Pt. 2 Gallery is excited to announce Mirrors, an exhibition that pairs the sculptures of Tyler Cross and Kyle Lypka, with neon glasswork by Meryl Pataky. The two bodies of work contemplate different topics, Cross and Lypka exploring continuous growth within their relationship, while Pataky’s body of work traverses the timeless human compulsion to create.
When viewed together, the show reflects two types of existential change and purpose. Cross and Lypka use their ceramic practice to compound conversations and reach consensus, while Pataky focuses her gaze on the historical use of craft to achieve a deeper understanding of herself, as she becomes part of that narrative. In the words of Kyle Lypka, “To me, Mirrors is the right word to describe what it’s like making work with another person. You end up learning more about the type of person/artist you are, or could be, when someone else is constantly bouncing your ideas back at you.” For Meryl, the mirror is her medium.
In the collaborative sense, the exhibit explores this beyond just Cross and Lypka’s collaboration, bringing in Pataky’s neon pieces and reflecting each artists’ craft into the space. Through their practice, each artist gains a better understanding of the self, their relationships with others and, of course, their mediums.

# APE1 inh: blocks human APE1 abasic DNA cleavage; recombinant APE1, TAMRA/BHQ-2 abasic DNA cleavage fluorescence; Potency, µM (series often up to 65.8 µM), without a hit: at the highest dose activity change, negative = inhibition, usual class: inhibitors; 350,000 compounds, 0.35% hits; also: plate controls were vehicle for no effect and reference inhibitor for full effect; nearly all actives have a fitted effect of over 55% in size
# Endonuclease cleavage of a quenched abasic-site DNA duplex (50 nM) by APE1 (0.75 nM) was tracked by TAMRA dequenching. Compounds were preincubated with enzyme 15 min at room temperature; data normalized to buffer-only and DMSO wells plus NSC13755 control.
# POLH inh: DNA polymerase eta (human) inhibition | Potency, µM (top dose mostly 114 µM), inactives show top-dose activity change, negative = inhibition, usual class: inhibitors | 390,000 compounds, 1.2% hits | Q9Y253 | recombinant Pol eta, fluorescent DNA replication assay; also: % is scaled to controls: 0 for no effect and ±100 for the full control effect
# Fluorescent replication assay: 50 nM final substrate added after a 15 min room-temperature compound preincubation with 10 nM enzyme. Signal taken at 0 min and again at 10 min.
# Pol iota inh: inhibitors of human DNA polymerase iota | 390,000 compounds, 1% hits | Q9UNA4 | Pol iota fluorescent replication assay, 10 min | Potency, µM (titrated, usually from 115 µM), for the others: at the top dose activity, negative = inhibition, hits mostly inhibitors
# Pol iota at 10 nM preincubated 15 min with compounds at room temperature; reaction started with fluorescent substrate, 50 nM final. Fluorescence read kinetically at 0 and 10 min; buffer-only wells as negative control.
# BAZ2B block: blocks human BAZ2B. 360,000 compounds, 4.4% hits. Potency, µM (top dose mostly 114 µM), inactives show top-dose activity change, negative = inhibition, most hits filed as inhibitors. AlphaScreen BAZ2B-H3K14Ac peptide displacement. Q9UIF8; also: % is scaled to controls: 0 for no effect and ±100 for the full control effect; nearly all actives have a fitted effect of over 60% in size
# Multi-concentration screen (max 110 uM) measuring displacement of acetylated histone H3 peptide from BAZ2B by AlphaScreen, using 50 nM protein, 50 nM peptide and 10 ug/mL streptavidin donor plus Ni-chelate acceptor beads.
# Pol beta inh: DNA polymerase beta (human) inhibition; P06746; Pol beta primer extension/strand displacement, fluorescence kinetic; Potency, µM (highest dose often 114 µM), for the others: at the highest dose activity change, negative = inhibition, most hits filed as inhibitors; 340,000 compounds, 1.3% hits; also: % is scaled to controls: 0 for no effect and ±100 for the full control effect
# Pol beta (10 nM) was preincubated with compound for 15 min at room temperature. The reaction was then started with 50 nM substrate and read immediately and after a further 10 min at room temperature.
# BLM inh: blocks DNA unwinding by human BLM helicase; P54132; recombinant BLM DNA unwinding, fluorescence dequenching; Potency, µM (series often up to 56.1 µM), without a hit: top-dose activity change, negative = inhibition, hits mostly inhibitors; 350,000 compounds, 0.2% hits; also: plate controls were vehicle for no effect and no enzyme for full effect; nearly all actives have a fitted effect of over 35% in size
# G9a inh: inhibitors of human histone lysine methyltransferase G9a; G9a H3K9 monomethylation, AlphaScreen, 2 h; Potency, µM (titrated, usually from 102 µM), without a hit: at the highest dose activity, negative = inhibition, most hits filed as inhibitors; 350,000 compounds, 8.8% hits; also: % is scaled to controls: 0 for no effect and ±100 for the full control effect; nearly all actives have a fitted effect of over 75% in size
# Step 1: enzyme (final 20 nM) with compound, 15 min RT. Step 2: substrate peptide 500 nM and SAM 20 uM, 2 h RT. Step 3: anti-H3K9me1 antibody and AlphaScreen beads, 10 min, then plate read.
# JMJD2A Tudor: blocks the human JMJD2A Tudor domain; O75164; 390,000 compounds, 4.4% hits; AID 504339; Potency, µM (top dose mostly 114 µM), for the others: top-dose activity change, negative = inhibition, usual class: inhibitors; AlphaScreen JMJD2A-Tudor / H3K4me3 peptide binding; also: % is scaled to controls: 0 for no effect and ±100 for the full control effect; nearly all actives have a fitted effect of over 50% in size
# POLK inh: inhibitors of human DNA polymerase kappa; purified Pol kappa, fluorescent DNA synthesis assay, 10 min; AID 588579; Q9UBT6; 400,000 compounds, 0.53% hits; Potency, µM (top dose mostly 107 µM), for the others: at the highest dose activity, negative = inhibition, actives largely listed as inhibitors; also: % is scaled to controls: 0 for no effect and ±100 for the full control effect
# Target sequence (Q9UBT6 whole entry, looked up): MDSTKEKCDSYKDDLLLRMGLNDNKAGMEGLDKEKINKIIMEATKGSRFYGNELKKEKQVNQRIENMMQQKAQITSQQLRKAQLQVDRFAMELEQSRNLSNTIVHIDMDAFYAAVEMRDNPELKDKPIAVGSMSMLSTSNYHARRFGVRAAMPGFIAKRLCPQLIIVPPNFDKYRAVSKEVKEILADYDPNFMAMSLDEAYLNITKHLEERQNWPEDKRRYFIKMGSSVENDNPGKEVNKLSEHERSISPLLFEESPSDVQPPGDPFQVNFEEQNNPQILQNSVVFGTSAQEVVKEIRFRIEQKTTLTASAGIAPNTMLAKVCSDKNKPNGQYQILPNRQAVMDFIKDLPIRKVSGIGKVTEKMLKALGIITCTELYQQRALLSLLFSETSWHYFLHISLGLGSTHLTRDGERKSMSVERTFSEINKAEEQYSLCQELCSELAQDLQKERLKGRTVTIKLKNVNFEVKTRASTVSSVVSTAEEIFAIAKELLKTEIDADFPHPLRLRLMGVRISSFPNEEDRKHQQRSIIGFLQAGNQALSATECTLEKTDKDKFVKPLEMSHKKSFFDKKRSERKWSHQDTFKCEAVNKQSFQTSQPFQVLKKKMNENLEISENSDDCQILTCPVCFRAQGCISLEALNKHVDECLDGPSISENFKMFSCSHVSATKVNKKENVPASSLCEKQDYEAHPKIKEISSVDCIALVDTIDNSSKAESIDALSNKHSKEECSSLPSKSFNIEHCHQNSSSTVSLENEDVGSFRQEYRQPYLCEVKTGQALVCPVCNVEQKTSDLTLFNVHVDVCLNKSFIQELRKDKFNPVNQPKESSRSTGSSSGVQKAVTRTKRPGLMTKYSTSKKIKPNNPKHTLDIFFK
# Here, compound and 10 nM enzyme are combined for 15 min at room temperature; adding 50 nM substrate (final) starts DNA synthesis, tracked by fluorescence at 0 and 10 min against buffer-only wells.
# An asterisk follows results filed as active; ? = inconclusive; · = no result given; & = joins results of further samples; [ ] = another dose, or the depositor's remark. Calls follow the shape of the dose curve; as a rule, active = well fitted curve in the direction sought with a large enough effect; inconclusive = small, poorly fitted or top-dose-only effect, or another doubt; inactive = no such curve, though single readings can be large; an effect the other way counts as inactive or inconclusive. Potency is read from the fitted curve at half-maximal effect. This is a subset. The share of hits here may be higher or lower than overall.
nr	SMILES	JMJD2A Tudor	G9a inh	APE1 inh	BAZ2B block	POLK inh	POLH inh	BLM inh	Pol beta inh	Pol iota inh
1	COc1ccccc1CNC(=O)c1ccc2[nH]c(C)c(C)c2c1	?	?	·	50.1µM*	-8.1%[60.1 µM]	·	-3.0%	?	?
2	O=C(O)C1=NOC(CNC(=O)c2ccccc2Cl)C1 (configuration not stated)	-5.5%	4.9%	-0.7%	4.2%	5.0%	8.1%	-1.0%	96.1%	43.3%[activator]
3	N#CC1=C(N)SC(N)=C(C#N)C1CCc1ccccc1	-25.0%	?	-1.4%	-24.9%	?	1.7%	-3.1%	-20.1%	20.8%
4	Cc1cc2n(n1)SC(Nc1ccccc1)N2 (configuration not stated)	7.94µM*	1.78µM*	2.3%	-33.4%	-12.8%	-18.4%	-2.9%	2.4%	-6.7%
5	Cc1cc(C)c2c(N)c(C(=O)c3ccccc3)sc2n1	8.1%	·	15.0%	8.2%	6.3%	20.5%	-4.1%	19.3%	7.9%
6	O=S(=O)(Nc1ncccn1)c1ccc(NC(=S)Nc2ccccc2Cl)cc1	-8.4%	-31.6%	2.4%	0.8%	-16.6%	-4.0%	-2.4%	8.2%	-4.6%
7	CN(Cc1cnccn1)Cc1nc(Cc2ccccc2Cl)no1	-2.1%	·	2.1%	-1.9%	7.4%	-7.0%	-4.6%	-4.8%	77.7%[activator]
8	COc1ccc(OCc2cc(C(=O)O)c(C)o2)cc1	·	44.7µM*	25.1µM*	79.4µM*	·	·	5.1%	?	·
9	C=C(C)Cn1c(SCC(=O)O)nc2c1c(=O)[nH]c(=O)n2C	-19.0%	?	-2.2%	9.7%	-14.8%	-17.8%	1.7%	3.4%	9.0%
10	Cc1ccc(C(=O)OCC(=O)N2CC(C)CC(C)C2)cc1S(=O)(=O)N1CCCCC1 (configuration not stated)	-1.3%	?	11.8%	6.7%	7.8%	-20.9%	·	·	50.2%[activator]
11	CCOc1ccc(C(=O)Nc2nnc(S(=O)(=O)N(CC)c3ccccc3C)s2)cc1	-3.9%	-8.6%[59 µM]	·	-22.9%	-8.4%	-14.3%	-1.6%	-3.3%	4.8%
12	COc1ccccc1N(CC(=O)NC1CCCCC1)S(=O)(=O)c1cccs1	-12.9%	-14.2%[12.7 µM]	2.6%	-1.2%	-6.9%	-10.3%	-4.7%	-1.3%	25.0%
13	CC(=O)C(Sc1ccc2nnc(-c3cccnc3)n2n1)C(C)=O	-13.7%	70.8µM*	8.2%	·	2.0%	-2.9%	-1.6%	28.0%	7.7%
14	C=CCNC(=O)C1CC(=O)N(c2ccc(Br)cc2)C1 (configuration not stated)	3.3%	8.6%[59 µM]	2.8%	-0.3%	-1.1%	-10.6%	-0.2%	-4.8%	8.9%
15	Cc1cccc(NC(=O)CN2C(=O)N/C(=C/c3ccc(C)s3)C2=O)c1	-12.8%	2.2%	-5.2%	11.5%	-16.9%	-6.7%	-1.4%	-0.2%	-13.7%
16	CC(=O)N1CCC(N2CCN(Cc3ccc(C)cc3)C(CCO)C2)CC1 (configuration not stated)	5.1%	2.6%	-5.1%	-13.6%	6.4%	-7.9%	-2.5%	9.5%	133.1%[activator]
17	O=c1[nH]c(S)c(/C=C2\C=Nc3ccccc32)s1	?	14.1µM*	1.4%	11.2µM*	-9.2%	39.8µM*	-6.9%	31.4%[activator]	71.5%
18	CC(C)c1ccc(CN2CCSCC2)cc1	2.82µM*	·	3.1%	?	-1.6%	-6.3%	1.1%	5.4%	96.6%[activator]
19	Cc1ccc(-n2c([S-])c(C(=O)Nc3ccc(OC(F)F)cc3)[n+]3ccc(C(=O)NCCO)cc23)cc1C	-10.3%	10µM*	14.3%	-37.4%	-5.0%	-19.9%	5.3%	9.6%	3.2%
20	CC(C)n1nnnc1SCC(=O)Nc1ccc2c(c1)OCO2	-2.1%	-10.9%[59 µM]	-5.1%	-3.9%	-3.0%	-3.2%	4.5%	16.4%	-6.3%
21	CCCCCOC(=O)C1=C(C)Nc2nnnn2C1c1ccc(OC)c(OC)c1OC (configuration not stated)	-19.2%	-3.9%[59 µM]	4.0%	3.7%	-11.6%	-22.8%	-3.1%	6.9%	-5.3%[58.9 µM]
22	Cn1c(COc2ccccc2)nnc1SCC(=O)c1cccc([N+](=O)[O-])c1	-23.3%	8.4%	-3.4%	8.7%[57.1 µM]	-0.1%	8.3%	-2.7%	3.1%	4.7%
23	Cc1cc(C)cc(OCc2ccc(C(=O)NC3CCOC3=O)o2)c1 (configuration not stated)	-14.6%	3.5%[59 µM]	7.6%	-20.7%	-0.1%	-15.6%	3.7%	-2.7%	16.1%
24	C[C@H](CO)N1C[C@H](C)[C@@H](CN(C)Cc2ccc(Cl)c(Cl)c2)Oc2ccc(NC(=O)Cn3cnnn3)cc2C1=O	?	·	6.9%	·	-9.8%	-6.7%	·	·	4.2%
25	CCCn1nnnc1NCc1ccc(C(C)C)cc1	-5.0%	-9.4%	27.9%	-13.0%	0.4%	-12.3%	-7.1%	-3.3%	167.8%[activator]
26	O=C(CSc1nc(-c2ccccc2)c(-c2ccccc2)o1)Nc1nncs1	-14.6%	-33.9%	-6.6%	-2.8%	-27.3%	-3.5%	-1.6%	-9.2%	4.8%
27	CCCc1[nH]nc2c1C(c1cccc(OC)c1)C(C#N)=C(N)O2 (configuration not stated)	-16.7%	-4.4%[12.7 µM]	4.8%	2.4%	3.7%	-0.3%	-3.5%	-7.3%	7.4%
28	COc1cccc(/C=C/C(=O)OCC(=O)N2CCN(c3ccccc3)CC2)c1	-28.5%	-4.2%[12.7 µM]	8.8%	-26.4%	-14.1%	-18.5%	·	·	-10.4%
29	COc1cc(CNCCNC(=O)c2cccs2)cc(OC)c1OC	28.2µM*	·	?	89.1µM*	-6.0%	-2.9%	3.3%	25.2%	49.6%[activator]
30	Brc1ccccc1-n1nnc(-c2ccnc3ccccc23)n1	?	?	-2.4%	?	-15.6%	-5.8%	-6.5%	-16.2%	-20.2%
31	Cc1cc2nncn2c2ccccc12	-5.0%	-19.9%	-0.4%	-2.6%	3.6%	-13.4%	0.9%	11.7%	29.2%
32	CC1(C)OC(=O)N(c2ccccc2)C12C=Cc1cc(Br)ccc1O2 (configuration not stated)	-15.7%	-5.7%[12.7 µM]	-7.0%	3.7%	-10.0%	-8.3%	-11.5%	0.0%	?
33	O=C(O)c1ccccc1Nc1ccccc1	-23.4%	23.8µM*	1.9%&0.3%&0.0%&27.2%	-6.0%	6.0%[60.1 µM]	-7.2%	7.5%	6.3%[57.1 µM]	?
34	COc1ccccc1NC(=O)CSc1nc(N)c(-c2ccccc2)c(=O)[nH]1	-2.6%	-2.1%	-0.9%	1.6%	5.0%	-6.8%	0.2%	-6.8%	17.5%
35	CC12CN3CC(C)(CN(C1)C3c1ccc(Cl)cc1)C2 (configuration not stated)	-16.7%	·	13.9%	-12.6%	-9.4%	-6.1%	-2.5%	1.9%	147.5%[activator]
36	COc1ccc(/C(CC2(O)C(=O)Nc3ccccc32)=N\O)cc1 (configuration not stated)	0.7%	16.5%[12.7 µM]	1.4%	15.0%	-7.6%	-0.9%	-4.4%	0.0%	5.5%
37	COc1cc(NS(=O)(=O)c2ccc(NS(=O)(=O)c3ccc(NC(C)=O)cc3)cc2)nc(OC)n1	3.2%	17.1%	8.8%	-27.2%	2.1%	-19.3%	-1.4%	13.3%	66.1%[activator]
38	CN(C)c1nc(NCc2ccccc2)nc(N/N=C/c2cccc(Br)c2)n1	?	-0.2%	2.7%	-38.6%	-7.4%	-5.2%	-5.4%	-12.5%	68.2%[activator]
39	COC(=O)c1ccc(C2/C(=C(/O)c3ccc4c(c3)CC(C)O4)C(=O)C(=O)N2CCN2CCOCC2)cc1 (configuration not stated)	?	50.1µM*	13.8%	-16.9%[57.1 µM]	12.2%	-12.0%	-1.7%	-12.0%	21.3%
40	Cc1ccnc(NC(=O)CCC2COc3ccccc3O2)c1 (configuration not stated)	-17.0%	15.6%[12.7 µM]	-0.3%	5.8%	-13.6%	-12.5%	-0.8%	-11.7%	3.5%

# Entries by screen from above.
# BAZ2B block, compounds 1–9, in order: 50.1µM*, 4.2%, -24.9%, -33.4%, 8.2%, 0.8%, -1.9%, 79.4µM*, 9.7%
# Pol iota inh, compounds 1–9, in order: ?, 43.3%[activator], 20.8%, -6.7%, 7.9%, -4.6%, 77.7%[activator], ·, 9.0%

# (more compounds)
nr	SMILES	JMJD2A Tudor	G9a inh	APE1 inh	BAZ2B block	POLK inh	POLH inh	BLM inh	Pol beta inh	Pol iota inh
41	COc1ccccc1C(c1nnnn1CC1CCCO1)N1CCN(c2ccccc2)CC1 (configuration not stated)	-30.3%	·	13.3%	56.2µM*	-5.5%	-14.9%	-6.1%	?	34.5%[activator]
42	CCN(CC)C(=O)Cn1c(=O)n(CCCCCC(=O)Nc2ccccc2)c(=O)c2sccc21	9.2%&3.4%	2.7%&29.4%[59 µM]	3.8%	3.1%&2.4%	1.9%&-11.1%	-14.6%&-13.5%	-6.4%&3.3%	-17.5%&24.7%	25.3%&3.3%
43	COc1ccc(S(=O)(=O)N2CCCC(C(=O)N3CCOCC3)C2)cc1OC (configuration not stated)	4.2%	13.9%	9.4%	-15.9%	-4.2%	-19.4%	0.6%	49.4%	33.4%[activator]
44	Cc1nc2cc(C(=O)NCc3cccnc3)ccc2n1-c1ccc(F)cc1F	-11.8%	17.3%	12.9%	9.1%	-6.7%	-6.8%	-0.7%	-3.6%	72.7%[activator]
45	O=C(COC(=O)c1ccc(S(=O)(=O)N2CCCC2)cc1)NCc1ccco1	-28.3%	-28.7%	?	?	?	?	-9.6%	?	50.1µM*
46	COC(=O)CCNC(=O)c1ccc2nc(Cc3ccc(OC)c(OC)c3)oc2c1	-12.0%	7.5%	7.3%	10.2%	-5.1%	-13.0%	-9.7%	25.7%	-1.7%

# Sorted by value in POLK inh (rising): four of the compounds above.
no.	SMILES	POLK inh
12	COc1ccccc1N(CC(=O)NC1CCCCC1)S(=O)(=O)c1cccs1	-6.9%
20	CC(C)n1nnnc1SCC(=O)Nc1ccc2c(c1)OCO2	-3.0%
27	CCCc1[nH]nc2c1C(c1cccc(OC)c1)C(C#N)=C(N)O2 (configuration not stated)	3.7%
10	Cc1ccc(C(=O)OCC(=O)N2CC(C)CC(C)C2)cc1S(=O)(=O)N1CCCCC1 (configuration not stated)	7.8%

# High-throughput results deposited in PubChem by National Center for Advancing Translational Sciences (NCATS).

Meryl Pataky’s latest body of work for the show Mirrors is, in short, a physical meditation on the timeless spirituality of craft. This physical meditation is practiced in the form of creation, by taking materials and changing them to manifest a new object that is imbued with meaning. She finds this meaning by working with materials that provide resistance, forcing her to create a compromise between her will and reality, accepting that dichotomy within herself. In this process, she enters into a dialogue with creators that has existed for millennia.
Throughout history, this concept of craft has taken innumerable forms. From the Ancient Egyptian Pyramids, to the Pyramids of the Mayan, Toltec, and Aztec Empires, to the Freemasons of Medieval Europe, humans have attempted to gain a higher state of consciousness through the process of bending reality through the philosophical and protoscientific traditions of alchemy and magik. These somewhat forgotten practices address natural mysteries directly in their questioning, tying them closer to arts than conventional sciences. If magik is the science and art of causing change to occur in conformity with will, then Pataky’s pursuit is magikal in nature.
The work exhibited also confronts perversions in the collective understanding of craft. In many of the aforementioned examples, most acutely the Freemasons Guild, the attainment of master status and even membership was limited to men. Pataky, being a woman, challenges this underlying assumption about womens’ competence by not only creating work and challenging herself, but also by asserting her position as Grandmaster, a title reserved for those who have devoted themselves wholeheartedly to their journey.